On the contrary, in Europe the answer to the dangers of disintegration will be the creation of a multinational federal state, whose citizens will be able to become the subjects of a real “cultural revolution”. If (as is conceivable, given the varied structure of European society) the creation of the European federation will give rise to a new model of the federal state, more articulated than the American model and structured across various levels of government that give voice and power to the various territorial communities (local, regional, state and federal), this will represent the end of exclusive citizenship and the birth of a new concept of identity.
The search for “super-exclusive” identities is linked to the fact that the sense of belonging is connected to the need of symbolic identification, which is not considered to be satisfied within the realm of citizenship precisely because up until now citizenship has possessed the characteristic of exclusivity. This characteristic has brought about the pervasive role of the state above and beyond the public sphere (the sphere of the fundamental rights and obligations of citizens set down in democratic constitutions), invading the private sphere of ethical and cultural choices. The overcoming of exclusive citizenship leads to the separation of the two spheres, and tends toward the abolition of state-decreed interference in the private one, control over which is strictly linked to the need of inculcating the national ideology in the citizenry. This will enable the reversal of the trend toward the excessive and often intolerant demands for the recognition of differences, which represents one of the causes behind the birth of the new tribal nationalism which is developing momentum in our societies.
At the same time, the model of federal democracy based on different government levels can set off a positive process of revitalising democracy on a substantial basis, creating the conditions for a more open and tolerant society.
Value conflicts in the public sphere, just as conflicts of interest, can be resolved without definitive splits and destructive clashes if suitable institutions not only guarantee everybody, through liberty and equality, the satisfaction of their “primary needs”, but also encourage continuous dialogue as a tool for solving conflicts. Tolerance, within a suitable institutional framework, no longer appears as the “kind concession” of those who believe themselves to be right a priori with regard to those who express different opinions, but as the natural condition of a society which admits and gives voice to “respectable moral dissent”.[23] This is possible if every person, independently of the cultural context to which he feels bound and of his life choices, can participate effectively, together with other people, in the decisions which concern the world he shares with these other people. In essence, tolerance can progressively become a spontaneous practice (and thereby avoid the danger of turning on itself through the so-called “politics of difference”) only if the individual citizen feels himself to be fully involved in common projects. If one of the core elements of the demands of the neo-communitarians is the “compensatory search for community warmth against the ‘big chill’ of the purely functional institutions of our democracies”,[24] then this is a matter of opposing the current trend to define the community as the “place” of ethnic, religious, cultural identity, and instead to define it in territorial terms, that is, as the place where individuals, with their differences, live together and plan their future together through “discussion and action”.[25]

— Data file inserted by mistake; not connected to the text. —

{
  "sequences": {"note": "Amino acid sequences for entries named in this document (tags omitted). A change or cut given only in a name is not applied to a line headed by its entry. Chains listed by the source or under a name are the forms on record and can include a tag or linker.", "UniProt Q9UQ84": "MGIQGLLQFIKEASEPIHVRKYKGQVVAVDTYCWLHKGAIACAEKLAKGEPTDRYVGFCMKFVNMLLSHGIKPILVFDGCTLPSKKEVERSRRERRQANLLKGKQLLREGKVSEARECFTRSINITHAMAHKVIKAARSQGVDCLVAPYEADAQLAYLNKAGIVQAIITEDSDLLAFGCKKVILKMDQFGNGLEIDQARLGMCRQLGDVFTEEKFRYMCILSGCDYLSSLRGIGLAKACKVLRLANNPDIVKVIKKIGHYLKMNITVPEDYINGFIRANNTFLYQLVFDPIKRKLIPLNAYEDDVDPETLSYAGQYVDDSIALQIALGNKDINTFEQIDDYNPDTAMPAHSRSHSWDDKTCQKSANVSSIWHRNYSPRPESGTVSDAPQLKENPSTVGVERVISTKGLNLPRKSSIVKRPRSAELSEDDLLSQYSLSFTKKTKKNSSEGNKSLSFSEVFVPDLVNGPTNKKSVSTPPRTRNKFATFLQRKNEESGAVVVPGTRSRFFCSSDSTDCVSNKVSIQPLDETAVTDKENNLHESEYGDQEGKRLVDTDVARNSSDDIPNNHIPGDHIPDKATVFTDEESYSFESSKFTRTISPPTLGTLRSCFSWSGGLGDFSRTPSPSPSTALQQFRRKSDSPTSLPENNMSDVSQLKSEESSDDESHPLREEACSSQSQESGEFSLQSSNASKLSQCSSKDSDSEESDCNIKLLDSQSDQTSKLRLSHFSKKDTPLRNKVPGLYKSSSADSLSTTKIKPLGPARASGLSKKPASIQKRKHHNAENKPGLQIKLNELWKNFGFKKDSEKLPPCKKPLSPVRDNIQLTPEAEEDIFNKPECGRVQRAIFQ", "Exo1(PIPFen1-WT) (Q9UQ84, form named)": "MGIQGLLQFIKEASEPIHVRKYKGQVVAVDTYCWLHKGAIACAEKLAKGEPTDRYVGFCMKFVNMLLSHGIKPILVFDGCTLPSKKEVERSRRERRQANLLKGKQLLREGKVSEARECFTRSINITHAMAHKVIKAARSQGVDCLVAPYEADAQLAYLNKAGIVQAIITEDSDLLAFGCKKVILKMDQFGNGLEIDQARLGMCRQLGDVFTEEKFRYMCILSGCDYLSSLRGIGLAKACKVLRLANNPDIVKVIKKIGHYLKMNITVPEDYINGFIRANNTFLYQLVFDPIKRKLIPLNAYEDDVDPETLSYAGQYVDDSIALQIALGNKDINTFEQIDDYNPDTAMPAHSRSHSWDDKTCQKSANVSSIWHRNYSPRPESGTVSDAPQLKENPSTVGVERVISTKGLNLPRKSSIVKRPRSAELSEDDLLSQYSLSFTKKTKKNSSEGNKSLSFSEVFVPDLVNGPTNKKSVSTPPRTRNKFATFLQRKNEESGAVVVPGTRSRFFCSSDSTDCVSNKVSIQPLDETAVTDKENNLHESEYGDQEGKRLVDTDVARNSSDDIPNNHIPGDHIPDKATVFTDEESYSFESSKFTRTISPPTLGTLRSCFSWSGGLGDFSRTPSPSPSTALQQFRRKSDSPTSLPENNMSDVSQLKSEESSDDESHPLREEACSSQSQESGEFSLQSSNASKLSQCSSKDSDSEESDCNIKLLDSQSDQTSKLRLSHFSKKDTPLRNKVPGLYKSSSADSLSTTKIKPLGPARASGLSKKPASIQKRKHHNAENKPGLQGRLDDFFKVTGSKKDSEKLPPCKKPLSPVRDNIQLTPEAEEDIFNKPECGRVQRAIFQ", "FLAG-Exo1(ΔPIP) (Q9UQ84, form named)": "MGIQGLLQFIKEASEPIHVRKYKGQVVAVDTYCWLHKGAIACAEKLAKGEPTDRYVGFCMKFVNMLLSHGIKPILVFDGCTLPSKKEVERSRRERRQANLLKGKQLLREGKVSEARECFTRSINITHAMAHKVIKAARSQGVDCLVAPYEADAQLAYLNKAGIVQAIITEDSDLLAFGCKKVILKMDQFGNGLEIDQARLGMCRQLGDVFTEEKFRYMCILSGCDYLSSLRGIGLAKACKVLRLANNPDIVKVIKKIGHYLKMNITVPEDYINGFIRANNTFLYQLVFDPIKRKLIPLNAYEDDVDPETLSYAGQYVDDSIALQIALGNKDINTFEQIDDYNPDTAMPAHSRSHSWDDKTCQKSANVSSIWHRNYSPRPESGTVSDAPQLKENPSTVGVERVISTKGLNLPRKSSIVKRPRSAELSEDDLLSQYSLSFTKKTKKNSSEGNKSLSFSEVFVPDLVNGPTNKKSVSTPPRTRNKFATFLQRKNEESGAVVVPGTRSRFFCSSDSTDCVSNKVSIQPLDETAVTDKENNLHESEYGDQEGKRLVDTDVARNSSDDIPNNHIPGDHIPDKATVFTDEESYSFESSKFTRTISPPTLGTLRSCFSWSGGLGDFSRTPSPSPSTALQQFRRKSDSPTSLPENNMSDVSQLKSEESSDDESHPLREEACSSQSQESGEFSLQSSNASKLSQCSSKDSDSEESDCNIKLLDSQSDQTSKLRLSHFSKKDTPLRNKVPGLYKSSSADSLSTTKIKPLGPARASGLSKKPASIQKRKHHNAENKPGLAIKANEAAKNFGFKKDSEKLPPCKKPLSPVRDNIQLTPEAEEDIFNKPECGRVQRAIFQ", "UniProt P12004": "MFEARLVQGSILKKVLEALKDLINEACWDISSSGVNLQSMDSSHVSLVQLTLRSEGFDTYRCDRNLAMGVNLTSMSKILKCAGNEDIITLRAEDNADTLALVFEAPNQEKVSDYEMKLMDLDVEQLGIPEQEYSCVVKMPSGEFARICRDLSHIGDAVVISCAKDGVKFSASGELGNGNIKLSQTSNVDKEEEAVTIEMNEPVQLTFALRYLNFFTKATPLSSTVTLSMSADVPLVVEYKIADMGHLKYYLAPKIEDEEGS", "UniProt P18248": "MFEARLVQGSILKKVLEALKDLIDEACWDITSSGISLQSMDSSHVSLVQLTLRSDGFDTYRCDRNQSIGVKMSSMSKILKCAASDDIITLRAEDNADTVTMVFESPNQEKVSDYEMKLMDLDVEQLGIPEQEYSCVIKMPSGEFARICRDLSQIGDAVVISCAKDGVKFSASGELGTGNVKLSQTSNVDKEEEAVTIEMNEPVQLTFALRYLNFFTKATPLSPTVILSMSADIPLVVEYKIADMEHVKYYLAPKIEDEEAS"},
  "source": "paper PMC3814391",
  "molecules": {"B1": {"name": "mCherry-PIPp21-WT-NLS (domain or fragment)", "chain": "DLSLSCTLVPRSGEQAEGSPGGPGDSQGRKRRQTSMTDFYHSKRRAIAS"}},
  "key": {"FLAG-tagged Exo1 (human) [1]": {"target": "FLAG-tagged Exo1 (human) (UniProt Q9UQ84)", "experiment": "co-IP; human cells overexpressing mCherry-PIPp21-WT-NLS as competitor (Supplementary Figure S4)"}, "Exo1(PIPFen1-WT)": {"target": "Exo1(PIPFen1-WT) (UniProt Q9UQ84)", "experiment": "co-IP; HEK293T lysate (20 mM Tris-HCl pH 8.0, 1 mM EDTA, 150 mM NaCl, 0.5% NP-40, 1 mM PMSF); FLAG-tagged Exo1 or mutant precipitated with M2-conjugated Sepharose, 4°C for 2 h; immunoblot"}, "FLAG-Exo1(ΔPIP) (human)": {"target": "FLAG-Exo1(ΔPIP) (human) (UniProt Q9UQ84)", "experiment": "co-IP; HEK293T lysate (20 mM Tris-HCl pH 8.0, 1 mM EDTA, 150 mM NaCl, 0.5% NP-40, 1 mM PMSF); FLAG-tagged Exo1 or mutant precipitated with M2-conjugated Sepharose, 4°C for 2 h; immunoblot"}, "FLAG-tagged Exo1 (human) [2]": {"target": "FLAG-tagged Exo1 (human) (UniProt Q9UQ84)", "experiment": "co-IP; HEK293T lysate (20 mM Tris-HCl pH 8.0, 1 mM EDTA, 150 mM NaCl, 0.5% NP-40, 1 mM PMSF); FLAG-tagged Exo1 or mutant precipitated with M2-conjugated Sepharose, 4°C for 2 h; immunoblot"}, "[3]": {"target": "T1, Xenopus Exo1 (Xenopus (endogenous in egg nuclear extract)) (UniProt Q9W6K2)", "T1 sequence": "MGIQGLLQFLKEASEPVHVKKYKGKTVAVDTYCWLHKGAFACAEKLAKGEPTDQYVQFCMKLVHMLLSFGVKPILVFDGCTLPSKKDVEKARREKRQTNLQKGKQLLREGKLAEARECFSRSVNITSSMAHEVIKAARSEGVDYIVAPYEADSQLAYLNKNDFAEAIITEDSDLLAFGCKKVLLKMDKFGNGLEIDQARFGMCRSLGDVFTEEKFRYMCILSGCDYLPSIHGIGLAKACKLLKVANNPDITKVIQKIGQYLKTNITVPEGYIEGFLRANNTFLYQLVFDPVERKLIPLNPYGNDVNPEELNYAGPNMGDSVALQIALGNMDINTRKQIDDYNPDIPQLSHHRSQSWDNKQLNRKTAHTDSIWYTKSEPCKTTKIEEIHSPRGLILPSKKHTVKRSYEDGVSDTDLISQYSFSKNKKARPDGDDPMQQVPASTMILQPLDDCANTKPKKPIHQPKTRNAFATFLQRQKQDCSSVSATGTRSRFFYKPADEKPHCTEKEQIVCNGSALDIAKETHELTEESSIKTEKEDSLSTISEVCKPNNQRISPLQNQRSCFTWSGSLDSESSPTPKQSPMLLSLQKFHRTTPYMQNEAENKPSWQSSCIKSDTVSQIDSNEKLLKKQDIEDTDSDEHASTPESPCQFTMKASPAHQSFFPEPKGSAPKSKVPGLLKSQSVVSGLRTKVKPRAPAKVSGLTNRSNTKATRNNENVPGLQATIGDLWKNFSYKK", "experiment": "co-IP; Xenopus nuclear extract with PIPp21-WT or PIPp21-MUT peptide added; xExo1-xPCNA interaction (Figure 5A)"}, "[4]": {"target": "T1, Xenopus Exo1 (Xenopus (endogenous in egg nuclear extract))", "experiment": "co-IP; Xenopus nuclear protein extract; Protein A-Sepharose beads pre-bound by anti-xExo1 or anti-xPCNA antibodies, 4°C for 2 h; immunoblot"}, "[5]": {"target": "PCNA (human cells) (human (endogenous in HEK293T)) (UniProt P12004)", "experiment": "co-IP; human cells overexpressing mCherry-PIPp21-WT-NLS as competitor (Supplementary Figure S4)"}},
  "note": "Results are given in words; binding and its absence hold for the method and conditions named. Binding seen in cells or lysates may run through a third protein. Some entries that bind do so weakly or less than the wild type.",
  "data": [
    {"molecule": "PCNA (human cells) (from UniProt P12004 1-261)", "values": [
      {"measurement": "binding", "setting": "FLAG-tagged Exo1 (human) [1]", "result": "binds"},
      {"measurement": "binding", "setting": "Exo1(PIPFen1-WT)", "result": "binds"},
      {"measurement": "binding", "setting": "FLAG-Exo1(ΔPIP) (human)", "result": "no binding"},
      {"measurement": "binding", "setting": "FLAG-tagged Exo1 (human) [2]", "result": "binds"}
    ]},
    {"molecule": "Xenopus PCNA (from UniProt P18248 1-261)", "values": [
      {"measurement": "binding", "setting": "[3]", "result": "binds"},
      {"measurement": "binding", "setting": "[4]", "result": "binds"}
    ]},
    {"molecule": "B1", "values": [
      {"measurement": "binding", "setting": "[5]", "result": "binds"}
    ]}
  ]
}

The emergence and spread of the multicultural society is in a certain sense a “necessary” phenomenon, in as much as being connected to the evolution of the mode of production one can not set oneself in opposition to it: what we can do is, on the one hand, ascertain the problems which it poses and, on the other, try to master them.
We have seen how, faced with the new problems posed by multiculturalism, among which is that of tolerance, what often emerges are distorted reactions that are more related to fear and uncontrolled sentiments than to the search for new criteria with which to judge situations and thereby find new solutions. The assertion of a new concept of “citizenship”, tied to the creation of federal institutions articulated across various territorial and government levels, can provide the solution that will avoid the exaltation of the need of symbolic identification which can lead to an intolerant fanaticism, and assist the search for a synthesis between citizenship and belonging and thereby the affirmation of multicultural citizenship.
 
Nicoletta Mosconi


[1] Hans Georg Gadamer, Das Erbe Europas, Frankfurt am Main, Suhrkamp Verlag, 1989.
[2] Ibidem, p. 97.
[3] Voltaire, Traité sur la tolérance (1763).
[4] Paolo Rossi, Naufragi senza spettatore, Bologna, Il Mulino, 1995, p. 114.
[5] Ibidem, p. 114.
[6] Ibidem, p. 115.
[7] Luca e Francesco Cavalli-Sforza, Chi siamo. La storia della diversità umana, Milano, Mondadori, 1995.
[8] Arthur M. Schlesinger, The Disuniting of America, New York-London, W. W. Norton & Company, p. 17.
[9] Susan Mendus (ed.), Justifying Toleration, Cambridge, Cambridge University Press, 1988, pp. 3 ff.
[10] Immanuel Kant, “Von den ethischen Pflichten gegen andere und zwar von der Wahrhaftigkeit”, in P. Menzer (ed.), Eine Vorlesung Kants über Ethik, Berlin, Pan Verlag Rolf Heise, 1924.
[11] Susan Mendus and David Edwards (ed. by), On Toleration, Oxford, Clarendon Press, 1987.
[12] Ibidem.
[13] Arthur M. Schlesinger, op. cit., p. 55.
[14] Michael Walzer, What It Means to be an American. Essays on the American Experience, New York, Marsilio, 1992.
[15] Michel Maffesoli, Le culture comunitarie, Roma, Il Mondo 3 Edizioni, 1996.
[16] Susan Mendus, Justifying Toleration, cit., p. 177.
[17] Susan Mendus, ibidem, pp. 183-4.
[18] Susan Mendus & David Edwards, op. cit.
[19] John Stuart Mill, On Liberty, in Susan Mendus, Justifying Toleration, cit., p. 92.
[20] Charles Taylor, Multiculturalism and the Politics of Recognition, Princeton, Princeton University Press, 1992.
[21] Giacomo Marramao, Zone di confine, Roma, Il Mondo 3 Edizioni, 1996, p.46.
[22] Arthur M. Schlesinger, op. cit., pp. 137-38.
[23] Charles Taylor, op. cit.
[24] Giacomo Marramao, op. cit., p. 40.
[25] Hannah Arendt, The Human Condition, Chicago-London, University of Chicago Press, 1958.